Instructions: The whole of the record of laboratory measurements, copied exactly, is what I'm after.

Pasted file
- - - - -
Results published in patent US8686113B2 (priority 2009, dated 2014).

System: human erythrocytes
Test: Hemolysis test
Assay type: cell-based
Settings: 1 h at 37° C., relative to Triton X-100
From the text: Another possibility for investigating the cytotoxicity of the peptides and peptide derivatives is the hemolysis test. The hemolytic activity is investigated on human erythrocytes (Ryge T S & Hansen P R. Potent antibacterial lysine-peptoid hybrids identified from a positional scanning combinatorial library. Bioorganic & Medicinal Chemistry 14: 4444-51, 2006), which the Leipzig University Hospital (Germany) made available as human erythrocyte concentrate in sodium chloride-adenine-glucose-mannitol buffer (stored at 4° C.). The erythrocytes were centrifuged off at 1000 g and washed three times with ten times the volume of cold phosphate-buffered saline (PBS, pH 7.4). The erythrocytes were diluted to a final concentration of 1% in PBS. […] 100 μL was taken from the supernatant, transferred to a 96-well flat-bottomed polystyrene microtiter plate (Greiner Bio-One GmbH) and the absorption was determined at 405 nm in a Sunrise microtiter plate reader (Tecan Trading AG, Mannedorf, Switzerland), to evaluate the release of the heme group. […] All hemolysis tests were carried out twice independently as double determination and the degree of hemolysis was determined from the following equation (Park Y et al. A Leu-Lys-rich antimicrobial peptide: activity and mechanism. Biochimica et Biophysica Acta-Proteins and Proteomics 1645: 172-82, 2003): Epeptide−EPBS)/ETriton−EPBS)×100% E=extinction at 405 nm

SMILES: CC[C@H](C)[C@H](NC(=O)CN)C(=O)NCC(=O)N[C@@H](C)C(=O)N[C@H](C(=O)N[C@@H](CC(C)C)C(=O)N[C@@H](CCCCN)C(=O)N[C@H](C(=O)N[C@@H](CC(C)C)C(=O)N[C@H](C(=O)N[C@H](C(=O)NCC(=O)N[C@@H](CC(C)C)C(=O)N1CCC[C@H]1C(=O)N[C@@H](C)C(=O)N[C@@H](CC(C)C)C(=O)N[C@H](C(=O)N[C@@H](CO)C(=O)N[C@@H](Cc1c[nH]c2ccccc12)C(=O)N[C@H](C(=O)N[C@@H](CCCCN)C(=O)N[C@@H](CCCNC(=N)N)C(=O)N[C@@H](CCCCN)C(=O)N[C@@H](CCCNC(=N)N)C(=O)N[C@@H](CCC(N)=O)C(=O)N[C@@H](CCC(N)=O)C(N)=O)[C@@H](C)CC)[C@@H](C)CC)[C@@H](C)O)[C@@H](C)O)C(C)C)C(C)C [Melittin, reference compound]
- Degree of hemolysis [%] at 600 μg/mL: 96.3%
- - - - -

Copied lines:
Results published in patent US8686113B2 (priority 2009, dated 2014).

System: human erythrocytes
Test: Hemolysis test
Assay type: cell-based
Settings: 1 h at 37° C., relative to Triton X-100
From the text: Another possibility for investigating the cytotoxicity of the peptides and peptide derivatives is the hemolysis test. The hemolytic activity is investigated on human erythrocytes (Ryge T S & Hansen P R. Potent antibacterial lysine-peptoid hybrids identified from a positional scanning combinatorial library. Bioorganic & Medicinal Chemistry 14: 4444-51, 2006), which the Leipzig University Hospital (Germany) made available as human erythrocyte concentrate in sodium chloride-adenine-glucose-mannitol buffer (stored at 4° C.). The erythrocytes were centrifuged off at 1000 g and washed three times with ten times the volume of cold phosphate-buffered saline (PBS, pH 7.4). The erythrocytes were diluted to a final concentration of 1% in PBS. […] 100 μL was taken from the supernatant, transferred to a 96-well flat-bottomed polystyrene microtiter plate (Greiner Bio-One GmbH) and the absorption was determined at 405 nm in a Sunrise microtiter plate reader (Tecan Trading AG, Mannedorf, Switzerland), to evaluate the release of the heme group. […] All hemolysis tests were carried out twice independently as double determination and the degree of hemolysis was determined from the following equation (Park Y et al. A Leu-Lys-rich antimicrobial peptide: activity and mechanism. Biochimica et Biophysica Acta-Proteins and Proteomics 1645: 172-82, 2003): Epeptide−EPBS)/ETriton−EPBS)×100% E=extinction at 405 nm

SMILES: CC[C@H](C)[C@H](NC(=O)CN)C(=O)NCC(=O)N[C@@H](C)C(=O)N[C@H](C(=O)N[C@@H](CC(C)C)C(=O)N[C@@H](CCCCN)C(=O)N[C@H](C(=O)N[C@@H](CC(C)C)C(=O)N[C@H](C(=O)N[C@H](C(=O)NCC(=O)N[C@@H](CC(C)C)C(=O)N1CCC[C@H]1C(=O)N[C@@H](C)C(=O)N[C@@H](CC(C)C)C(=O)N[C@H](C(=O)N[C@@H](CO)C(=O)N[C@@H](Cc1c[nH]c2ccccc12)C(=O)N[C@H](C(=O)N[C@@H](CCCCN)C(=O)N[C@@H](CCCNC(=N)N)C(=O)N[C@@H](CCCCN)C(=O)N[C@@H](CCCNC(=N)N)C(=O)N[C@@H](CCC(N)=O)C(=O)N[C@@H](CCC(N)=O)C(N)=O)[C@@H](C)CC)[C@@H](C)CC)[C@@H](C)O)[C@@H](C)O)C(C)C)C(C)C [Melittin, reference compound]
- Degree of hemolysis [%] at 600 μg/mL: 96.3%